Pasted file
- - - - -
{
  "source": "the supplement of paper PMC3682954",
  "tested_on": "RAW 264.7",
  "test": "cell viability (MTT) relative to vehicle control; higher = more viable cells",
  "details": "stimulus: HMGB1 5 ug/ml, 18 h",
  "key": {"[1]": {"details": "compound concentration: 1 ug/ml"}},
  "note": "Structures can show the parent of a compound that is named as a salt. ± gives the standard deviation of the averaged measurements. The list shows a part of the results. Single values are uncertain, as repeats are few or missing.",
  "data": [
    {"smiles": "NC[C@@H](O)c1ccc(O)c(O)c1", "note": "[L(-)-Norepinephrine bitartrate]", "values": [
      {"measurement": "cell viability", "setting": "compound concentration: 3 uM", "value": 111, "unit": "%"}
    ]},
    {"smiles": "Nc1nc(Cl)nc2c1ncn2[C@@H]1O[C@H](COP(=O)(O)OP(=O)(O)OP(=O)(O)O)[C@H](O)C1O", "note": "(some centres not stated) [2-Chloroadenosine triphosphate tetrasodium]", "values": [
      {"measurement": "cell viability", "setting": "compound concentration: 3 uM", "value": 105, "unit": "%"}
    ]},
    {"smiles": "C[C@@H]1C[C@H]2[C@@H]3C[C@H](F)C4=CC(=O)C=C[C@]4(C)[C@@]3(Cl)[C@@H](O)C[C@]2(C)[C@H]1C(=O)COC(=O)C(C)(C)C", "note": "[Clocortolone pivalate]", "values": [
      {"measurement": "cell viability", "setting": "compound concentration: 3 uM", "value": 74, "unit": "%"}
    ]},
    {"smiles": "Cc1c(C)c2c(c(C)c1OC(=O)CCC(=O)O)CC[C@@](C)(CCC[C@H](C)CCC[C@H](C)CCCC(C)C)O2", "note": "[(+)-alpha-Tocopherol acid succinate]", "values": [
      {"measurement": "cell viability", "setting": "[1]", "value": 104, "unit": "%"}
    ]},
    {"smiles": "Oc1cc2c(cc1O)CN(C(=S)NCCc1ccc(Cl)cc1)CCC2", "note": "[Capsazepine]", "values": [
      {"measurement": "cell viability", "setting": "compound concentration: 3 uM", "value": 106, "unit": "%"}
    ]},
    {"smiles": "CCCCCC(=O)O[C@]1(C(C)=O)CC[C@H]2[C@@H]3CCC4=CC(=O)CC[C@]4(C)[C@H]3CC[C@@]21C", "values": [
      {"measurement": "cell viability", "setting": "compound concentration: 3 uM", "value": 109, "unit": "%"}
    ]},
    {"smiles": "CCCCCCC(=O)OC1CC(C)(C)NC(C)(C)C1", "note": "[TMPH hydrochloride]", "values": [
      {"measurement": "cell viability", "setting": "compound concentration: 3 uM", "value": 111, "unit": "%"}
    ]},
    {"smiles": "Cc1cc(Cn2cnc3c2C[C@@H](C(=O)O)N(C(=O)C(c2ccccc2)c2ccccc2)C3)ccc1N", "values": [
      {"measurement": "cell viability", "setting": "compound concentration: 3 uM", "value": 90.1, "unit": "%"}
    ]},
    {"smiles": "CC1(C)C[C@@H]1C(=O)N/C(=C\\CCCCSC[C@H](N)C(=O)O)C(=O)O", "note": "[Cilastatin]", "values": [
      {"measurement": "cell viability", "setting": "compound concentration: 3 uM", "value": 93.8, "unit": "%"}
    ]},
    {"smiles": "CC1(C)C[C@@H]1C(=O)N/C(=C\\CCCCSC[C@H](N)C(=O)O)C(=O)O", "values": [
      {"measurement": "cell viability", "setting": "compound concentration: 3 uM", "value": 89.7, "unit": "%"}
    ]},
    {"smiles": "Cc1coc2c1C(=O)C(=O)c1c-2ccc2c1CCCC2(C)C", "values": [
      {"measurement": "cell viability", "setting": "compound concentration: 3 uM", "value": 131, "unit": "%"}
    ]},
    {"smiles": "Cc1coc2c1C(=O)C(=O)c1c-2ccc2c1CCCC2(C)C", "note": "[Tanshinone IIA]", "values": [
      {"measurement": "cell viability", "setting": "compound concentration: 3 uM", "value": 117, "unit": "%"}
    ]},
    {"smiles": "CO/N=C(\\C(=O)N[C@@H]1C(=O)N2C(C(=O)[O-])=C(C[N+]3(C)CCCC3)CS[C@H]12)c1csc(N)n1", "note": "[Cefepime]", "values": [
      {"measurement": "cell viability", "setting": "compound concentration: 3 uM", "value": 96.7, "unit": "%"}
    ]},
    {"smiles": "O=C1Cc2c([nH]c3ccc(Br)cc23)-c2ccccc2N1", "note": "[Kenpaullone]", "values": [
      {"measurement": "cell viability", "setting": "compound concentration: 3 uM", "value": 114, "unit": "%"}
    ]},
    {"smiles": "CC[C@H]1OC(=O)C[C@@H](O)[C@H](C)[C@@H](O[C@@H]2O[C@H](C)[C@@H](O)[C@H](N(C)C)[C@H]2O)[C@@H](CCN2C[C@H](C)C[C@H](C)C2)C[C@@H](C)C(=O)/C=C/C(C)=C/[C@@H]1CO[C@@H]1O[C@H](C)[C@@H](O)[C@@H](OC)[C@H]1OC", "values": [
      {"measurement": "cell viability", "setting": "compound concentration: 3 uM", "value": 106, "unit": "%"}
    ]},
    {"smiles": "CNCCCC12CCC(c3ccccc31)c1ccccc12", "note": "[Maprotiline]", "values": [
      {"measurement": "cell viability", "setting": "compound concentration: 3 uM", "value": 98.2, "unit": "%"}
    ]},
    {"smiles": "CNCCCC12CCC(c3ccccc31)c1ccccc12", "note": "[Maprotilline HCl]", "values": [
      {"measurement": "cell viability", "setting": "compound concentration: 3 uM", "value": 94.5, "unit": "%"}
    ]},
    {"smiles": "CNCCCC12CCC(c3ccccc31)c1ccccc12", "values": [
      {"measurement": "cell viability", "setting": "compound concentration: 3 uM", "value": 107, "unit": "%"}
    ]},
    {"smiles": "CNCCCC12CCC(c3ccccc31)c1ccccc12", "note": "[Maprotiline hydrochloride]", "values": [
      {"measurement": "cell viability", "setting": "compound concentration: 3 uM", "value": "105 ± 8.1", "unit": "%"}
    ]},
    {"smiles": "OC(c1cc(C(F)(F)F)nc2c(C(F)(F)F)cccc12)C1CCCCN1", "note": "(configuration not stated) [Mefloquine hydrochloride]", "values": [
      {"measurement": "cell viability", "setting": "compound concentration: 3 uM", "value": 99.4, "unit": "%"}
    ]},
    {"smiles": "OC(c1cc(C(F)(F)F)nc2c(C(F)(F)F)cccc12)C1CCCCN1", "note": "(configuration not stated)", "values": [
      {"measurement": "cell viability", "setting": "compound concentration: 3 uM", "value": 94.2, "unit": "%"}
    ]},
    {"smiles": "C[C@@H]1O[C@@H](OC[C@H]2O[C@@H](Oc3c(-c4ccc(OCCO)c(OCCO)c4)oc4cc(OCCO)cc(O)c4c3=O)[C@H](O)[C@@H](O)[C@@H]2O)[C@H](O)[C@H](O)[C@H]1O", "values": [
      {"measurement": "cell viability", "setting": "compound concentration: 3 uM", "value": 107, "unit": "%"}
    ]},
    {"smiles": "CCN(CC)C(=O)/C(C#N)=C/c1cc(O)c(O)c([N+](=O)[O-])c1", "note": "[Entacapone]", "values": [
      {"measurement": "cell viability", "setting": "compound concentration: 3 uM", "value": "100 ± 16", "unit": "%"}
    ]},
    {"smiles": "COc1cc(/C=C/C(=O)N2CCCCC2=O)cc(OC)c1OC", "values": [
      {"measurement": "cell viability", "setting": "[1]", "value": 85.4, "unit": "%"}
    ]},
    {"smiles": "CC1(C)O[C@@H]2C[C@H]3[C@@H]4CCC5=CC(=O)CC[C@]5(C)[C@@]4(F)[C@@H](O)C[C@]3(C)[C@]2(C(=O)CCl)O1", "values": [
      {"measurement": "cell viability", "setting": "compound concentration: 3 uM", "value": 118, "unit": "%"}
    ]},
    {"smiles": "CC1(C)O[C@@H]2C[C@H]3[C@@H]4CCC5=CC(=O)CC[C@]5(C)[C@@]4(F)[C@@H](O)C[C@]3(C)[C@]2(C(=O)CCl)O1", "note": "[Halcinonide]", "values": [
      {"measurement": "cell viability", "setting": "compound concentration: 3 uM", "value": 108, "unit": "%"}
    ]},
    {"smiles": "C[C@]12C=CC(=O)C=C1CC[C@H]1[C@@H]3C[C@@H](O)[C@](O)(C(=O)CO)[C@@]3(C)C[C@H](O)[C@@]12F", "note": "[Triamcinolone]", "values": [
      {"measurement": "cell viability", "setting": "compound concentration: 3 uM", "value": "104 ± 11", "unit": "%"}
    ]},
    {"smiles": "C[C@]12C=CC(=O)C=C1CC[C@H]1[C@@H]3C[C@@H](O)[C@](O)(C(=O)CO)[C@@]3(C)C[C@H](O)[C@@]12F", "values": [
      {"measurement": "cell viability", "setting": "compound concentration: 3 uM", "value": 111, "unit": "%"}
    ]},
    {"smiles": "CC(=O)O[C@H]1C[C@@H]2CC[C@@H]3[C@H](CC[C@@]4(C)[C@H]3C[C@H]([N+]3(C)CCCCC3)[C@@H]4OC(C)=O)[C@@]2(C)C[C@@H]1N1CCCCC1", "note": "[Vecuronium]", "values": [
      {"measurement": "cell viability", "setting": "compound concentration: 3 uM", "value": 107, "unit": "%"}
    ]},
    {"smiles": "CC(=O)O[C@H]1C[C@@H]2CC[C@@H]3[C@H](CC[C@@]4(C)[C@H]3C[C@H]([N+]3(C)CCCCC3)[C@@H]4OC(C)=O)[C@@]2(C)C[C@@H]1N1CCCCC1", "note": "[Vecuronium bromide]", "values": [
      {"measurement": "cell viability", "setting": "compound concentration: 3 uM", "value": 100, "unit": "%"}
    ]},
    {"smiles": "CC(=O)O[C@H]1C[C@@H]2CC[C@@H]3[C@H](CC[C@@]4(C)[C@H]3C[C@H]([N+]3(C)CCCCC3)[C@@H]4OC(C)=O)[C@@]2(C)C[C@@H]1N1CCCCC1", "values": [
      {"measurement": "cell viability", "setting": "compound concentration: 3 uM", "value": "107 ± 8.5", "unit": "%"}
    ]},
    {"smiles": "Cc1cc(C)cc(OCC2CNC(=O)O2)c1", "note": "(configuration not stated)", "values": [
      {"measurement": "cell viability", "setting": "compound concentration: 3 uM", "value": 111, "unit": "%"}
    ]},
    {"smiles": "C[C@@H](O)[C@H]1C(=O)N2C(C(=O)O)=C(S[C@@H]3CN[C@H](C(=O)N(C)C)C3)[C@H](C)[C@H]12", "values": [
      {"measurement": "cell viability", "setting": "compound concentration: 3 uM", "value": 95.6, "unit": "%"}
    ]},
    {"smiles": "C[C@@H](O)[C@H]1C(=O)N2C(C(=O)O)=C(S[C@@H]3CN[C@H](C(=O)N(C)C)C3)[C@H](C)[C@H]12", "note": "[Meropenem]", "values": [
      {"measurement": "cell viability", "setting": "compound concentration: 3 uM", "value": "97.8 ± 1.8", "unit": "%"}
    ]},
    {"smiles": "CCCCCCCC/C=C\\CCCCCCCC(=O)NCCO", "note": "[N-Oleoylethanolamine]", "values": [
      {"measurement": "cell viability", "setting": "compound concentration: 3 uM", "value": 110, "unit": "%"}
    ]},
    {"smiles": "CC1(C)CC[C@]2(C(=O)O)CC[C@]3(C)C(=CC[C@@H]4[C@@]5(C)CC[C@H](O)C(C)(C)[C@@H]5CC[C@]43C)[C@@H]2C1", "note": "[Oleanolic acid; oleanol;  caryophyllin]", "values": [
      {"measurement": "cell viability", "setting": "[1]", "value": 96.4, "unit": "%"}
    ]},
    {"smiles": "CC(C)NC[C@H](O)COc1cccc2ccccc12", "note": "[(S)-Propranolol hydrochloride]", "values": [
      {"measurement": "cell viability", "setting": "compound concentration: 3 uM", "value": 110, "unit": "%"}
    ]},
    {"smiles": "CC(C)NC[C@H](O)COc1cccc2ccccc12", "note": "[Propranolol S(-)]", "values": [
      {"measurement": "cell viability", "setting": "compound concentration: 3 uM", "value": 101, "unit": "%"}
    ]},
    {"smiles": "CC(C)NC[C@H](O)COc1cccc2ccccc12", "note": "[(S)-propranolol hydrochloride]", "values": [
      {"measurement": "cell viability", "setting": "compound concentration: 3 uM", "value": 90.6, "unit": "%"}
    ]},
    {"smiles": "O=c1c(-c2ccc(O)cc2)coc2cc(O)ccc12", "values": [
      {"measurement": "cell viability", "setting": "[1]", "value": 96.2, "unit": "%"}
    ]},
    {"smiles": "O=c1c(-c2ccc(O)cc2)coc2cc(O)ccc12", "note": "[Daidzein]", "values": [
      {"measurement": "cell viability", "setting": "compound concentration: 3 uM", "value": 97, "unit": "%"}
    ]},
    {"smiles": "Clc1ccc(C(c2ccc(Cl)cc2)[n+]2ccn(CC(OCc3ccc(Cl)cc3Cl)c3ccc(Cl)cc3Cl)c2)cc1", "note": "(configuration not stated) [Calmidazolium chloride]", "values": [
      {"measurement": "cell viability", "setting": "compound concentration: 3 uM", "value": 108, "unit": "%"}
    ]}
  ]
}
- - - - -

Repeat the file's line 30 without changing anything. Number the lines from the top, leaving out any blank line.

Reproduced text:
    {"smiles": "Cc1cc(Cn2cnc3c2C[C@@H](C(=O)O)N(C(=O)C(c2ccccc2)c2ccccc2)C3)ccc1N", "values": [